Having lived out of the US for a few years, I lost weight immediately without much trying, and that was in the UK where beer is basically consumed like water. Even with all of the habits I’ve pushed myself to learn, I still struggle bigtime here in the US. Here are the reasons I believe we struggle – I’m leaving out the entire part of the problem where if you’re poor and can’t actually get access to nutritious food , which is a whole OTHER can o’ worms: – Life is really stressful in the US, no matter what your income level is. If you’re a high-earner, you might not be stressed about bills, but you have likely got a high stress job. If you’re not a high earner, life is just a freaking GRIND. You are always on alert, and rest is legit frowned upon, if not just plain impossible to make ends meet. Cortisol, the stress hormone, causes weight gain and a slow metabolism. And it’s just pumping through most of us constantly. When I lived in the UK, I definitely felt like the pace of things, even in high-stress London, was totally different. There was certainly stress but it didn’t feel baked into the every day of baseline living. – Walking is only for weirdos in many parts of the US. Everything is geared towards cars. In some cities, it’s literally impossible to walk anywhere. When I was living in the UK, I walked 5 miles a day, easy, as a matter of course. It was 1 mile to the train station, 1/2 mile to my office from the train, and it was normal to take a long stroll at lunch/after work. In that time, I took a business trip to Florida. I tried to walk to a restaurant less than 1/2 a mile away that my coworkers were meeting at, and it was IMPOSSIBLE. I got lost in a parking lot hedge maze and then finally found the road, with no sidewalk, and walked along it until I learned that there was a freeway in the way. In many places, nobody walks… anywhere… ever. I barely took 2,000 steps a day when I was on this trip and I was at a *convention* with no car. I genuinely don’t know how anybody gets by without a car in Florida. – We all work long hours. Breaks are regimented and you’re watched carefully, if you’re even allowed to take them. And even if you’re not watched or discouraged from taking breaks, you’re absolutely trained not to take them by our culture. If you do have a cushy job where you are “allowed” to take breaks and have perks, the perks are usually sugary treats and sodas. You work all the way up to the very last minute, clocking out at closing time is seen as the bare minimum, so you do a little longer, or even much longer, and then by the time you are able to eat, you are so hungry it is very difficult to make good choices. You have to work HARD to find something filling, fresh, and appealing. But it’s very easy to find something processed, fatty and satisfying. If you are working in customer service or at a physical job this is double. You are STARVING by the end of your shift and also mentally, emotionally and physically exhausted. When I worked in the UK, the work week was, I think, 37.5 hours. I don’t remember exactly because nobody was really counting. If you got your work done nobody bothered you about it. If you had to leave early to pick up your kid, no problem. If you left every day 5 mins before closing time because that’s when your train leaves, no problem. My experience was that most are allowed – even *expected* to work healthy eating and downtime into your life. – Sugar or Corn syrup is added to freaking EVERYTHING. We have this corn subsidy problem, you see, so we make corn syrup and add it to everything we can think of. Even things you would never dream of having sugar in them, they are loaded up with sugar. Those low-fat products? Yep, sugary AF. They have to do something to make them taste as good as the full-fat kind…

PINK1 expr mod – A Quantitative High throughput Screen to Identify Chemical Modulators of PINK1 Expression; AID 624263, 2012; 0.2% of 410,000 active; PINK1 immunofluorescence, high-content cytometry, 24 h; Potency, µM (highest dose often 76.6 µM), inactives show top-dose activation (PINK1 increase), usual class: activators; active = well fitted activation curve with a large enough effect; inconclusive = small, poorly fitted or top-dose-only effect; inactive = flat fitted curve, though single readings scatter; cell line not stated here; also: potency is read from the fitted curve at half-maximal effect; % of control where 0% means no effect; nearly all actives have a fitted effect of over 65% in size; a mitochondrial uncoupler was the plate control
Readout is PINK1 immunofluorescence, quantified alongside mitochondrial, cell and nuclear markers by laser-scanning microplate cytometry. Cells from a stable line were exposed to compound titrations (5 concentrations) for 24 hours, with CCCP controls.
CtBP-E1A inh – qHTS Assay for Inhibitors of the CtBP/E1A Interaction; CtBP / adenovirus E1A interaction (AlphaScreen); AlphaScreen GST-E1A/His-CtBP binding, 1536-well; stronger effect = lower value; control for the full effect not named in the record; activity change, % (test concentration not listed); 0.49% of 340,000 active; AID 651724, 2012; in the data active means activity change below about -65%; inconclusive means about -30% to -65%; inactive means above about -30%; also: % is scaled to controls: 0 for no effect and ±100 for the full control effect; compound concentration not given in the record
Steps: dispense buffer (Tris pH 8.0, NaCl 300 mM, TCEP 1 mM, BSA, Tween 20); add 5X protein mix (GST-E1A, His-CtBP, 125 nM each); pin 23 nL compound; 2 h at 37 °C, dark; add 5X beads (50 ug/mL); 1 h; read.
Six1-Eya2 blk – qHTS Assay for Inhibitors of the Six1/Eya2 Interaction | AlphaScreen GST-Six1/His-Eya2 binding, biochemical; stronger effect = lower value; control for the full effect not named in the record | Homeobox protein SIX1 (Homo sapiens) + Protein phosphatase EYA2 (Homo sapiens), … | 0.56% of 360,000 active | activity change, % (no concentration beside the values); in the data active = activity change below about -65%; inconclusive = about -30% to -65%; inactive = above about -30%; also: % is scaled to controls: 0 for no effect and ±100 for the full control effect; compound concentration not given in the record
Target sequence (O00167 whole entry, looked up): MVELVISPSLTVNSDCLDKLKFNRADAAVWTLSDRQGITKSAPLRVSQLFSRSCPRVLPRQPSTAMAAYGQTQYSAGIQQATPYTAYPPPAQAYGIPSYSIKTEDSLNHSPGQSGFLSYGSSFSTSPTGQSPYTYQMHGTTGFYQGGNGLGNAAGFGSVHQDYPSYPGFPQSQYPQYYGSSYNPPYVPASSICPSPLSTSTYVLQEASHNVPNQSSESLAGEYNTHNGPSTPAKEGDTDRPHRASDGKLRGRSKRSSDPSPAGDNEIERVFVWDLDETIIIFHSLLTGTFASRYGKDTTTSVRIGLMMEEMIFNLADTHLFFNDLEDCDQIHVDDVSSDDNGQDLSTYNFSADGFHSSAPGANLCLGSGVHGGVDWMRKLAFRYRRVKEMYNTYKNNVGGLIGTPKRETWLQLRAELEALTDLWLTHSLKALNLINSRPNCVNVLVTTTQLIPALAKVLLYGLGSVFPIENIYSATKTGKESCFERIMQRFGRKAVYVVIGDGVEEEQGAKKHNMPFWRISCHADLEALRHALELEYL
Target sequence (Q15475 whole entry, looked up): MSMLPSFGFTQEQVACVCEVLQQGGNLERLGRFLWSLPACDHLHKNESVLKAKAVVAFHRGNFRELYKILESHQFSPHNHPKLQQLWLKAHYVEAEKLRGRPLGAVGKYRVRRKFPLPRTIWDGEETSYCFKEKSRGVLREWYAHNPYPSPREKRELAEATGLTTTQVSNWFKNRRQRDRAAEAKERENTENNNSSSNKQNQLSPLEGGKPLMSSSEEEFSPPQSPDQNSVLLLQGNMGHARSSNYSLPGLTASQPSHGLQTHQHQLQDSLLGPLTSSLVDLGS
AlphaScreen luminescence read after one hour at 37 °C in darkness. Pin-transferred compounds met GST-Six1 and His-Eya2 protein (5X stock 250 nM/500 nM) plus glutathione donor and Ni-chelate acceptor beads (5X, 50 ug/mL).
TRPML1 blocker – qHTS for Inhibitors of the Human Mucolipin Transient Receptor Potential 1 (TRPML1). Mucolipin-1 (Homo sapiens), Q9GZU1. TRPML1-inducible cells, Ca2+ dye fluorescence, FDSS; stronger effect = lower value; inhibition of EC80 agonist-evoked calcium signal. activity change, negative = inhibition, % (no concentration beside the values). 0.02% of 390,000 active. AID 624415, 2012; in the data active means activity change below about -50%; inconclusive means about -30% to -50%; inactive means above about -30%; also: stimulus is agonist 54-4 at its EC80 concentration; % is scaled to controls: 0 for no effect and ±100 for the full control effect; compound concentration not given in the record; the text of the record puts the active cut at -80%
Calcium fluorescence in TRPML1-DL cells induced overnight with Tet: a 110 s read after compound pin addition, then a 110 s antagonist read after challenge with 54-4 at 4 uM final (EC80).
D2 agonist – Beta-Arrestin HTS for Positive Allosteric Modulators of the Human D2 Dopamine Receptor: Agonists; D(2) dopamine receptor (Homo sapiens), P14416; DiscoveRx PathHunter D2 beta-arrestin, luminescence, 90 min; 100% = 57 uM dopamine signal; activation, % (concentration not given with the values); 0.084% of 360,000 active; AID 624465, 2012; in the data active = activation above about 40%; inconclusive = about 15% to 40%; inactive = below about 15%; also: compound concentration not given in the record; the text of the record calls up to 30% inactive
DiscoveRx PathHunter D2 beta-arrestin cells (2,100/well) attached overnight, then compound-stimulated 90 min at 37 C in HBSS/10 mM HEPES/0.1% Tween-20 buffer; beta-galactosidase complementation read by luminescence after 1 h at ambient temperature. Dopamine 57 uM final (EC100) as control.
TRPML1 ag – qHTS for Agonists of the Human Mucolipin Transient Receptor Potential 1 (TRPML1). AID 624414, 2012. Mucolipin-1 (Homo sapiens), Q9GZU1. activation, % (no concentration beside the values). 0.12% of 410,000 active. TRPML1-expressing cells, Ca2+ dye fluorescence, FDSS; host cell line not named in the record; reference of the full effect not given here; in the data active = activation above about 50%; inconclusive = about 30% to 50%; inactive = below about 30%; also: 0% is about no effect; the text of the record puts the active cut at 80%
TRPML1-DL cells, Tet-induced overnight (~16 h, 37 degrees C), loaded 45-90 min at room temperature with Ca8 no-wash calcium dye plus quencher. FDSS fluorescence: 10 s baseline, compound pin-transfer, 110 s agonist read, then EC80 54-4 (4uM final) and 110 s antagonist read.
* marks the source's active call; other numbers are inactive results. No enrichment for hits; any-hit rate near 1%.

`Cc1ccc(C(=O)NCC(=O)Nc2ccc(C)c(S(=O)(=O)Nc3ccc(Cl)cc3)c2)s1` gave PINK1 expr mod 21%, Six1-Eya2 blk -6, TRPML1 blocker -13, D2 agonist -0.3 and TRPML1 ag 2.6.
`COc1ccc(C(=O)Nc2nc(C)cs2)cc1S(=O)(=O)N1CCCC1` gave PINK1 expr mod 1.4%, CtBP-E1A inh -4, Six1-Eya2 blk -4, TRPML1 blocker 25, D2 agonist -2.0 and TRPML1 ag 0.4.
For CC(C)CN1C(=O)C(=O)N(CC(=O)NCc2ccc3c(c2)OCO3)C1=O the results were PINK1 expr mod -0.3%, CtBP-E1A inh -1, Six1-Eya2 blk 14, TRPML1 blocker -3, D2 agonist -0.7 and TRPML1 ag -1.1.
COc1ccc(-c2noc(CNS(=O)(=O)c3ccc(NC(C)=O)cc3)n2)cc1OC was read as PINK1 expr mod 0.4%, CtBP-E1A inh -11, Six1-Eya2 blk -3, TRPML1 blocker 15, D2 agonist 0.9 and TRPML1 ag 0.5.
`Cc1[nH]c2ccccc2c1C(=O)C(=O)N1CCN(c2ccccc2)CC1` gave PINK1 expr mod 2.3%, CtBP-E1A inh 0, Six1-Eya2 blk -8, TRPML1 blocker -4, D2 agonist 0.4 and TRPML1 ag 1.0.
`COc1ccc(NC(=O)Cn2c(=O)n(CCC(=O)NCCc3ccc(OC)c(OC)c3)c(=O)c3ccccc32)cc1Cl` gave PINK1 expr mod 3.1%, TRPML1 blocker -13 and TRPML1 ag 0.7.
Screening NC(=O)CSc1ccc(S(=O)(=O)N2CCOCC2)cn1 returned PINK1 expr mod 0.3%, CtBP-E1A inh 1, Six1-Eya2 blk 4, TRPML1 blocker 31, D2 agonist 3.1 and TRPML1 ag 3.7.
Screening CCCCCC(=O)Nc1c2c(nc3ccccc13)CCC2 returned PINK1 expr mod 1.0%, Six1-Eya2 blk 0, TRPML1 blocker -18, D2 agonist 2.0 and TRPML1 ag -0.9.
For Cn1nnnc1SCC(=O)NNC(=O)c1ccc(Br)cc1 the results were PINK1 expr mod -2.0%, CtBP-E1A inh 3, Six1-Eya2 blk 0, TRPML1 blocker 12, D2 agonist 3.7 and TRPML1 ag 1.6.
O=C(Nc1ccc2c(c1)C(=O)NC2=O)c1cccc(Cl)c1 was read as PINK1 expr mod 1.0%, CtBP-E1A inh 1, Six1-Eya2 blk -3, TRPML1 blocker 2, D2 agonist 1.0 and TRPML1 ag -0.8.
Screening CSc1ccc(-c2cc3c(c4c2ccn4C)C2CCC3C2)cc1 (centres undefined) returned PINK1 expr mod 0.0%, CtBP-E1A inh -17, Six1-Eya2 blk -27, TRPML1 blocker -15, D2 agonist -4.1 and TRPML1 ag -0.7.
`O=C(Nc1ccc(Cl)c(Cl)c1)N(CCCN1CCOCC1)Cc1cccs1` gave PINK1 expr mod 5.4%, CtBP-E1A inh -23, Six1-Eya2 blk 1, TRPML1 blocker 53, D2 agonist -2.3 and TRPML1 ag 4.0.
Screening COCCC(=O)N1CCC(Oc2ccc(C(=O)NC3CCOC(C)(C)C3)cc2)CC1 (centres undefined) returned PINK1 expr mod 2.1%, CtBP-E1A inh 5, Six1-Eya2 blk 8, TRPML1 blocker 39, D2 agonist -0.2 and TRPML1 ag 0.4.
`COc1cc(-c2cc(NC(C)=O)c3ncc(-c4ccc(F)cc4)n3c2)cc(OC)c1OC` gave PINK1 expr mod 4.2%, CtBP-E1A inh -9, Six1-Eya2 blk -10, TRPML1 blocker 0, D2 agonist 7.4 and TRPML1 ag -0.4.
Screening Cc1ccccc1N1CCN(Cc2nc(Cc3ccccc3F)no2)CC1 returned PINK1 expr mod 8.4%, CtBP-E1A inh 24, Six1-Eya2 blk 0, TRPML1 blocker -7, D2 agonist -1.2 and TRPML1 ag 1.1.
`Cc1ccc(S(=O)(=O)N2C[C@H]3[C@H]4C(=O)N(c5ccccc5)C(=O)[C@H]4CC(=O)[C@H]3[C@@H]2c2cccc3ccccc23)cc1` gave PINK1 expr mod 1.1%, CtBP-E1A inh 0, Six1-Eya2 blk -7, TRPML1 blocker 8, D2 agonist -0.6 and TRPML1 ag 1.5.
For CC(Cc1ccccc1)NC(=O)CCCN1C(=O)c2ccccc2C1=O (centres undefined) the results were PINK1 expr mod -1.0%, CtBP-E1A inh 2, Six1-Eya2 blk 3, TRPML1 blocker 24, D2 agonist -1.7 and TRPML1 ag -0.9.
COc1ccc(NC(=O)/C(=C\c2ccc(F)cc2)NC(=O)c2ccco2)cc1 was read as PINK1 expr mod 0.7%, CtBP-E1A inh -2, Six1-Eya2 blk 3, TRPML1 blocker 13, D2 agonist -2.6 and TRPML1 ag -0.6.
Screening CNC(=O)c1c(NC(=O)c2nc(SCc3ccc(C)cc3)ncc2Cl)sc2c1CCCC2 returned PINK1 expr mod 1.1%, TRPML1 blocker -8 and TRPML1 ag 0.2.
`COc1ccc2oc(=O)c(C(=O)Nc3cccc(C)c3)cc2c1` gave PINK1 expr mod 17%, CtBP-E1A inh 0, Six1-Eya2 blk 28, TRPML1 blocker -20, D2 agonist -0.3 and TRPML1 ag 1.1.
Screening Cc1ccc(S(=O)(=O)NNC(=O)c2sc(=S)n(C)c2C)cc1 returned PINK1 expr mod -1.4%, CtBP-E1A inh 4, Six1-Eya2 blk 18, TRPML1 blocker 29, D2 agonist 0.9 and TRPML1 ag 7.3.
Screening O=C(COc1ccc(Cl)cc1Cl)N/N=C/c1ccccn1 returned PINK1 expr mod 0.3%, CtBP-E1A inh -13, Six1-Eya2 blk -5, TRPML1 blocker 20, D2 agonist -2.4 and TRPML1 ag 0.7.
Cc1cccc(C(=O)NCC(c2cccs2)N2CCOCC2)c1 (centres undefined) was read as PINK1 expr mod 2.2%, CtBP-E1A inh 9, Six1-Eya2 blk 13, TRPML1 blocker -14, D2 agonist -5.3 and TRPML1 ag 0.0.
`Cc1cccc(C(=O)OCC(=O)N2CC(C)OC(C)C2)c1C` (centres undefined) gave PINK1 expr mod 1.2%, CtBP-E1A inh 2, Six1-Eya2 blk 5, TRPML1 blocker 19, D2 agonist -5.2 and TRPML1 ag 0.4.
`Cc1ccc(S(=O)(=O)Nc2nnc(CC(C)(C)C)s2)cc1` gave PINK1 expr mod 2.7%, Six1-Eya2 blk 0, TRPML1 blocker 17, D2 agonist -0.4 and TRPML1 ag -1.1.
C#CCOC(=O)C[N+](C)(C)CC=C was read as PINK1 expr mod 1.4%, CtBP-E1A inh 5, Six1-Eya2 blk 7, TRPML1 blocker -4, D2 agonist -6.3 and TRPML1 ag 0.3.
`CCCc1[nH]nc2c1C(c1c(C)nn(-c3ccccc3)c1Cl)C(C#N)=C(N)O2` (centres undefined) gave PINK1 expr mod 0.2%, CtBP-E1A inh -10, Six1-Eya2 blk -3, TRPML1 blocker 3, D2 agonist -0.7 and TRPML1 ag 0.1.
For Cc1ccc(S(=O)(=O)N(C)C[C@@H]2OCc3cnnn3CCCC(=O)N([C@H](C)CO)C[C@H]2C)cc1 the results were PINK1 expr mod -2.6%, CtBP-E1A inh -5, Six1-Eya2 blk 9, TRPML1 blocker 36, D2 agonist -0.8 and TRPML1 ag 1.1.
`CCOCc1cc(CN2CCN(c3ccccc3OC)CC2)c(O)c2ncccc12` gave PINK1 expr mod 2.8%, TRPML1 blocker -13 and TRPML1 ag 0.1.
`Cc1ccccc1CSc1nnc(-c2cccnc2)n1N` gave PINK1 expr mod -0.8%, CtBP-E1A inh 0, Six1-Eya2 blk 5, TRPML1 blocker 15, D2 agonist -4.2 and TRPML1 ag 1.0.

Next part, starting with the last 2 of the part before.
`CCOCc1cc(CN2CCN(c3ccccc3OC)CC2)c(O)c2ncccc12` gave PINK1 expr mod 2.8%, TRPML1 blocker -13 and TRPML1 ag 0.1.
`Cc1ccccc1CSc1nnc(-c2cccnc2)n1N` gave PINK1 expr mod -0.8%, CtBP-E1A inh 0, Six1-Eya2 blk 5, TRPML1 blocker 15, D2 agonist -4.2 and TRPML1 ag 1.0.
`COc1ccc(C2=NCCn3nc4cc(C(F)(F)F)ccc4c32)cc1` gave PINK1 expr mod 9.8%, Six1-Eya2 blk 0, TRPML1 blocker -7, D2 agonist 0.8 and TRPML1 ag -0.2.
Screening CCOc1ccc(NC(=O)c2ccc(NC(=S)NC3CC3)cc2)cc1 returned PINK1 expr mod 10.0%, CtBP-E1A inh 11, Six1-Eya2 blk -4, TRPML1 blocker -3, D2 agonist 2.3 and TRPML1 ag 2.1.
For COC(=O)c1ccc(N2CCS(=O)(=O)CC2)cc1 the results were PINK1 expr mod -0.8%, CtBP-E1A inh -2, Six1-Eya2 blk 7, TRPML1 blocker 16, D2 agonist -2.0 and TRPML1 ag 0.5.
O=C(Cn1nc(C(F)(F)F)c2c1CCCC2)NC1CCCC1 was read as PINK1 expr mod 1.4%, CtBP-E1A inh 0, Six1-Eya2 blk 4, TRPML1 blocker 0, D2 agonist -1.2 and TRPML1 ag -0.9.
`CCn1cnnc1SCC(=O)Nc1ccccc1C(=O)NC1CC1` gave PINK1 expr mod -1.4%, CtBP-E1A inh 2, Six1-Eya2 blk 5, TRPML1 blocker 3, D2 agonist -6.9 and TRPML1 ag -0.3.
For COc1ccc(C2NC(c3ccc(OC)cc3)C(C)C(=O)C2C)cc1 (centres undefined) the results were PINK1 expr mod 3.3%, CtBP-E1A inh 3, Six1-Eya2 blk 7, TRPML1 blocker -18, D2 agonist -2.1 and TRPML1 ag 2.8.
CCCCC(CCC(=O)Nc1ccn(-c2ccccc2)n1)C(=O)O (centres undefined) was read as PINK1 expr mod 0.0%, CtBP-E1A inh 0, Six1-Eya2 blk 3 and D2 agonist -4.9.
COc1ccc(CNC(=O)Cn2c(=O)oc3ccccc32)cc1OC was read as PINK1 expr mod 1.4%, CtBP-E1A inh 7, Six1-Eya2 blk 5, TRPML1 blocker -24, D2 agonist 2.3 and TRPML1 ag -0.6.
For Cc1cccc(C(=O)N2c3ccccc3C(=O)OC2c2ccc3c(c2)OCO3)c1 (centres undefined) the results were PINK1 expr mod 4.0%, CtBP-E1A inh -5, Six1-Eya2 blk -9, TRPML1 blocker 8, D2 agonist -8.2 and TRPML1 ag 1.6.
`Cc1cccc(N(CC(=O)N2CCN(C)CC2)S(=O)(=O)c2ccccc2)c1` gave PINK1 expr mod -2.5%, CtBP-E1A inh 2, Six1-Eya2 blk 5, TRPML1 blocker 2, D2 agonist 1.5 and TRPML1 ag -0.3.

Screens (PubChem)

Have you ever looked at the sugar content in children’s yogurt? It’s insane. Yogurt is advertised as a healthy option, but it’s not. The obesity problem is beginning in toddlerhood with sugar filled foods, and later with lack of proper education about nutrition.


Sugar industry is one of the largest donors to both major political parties in the US.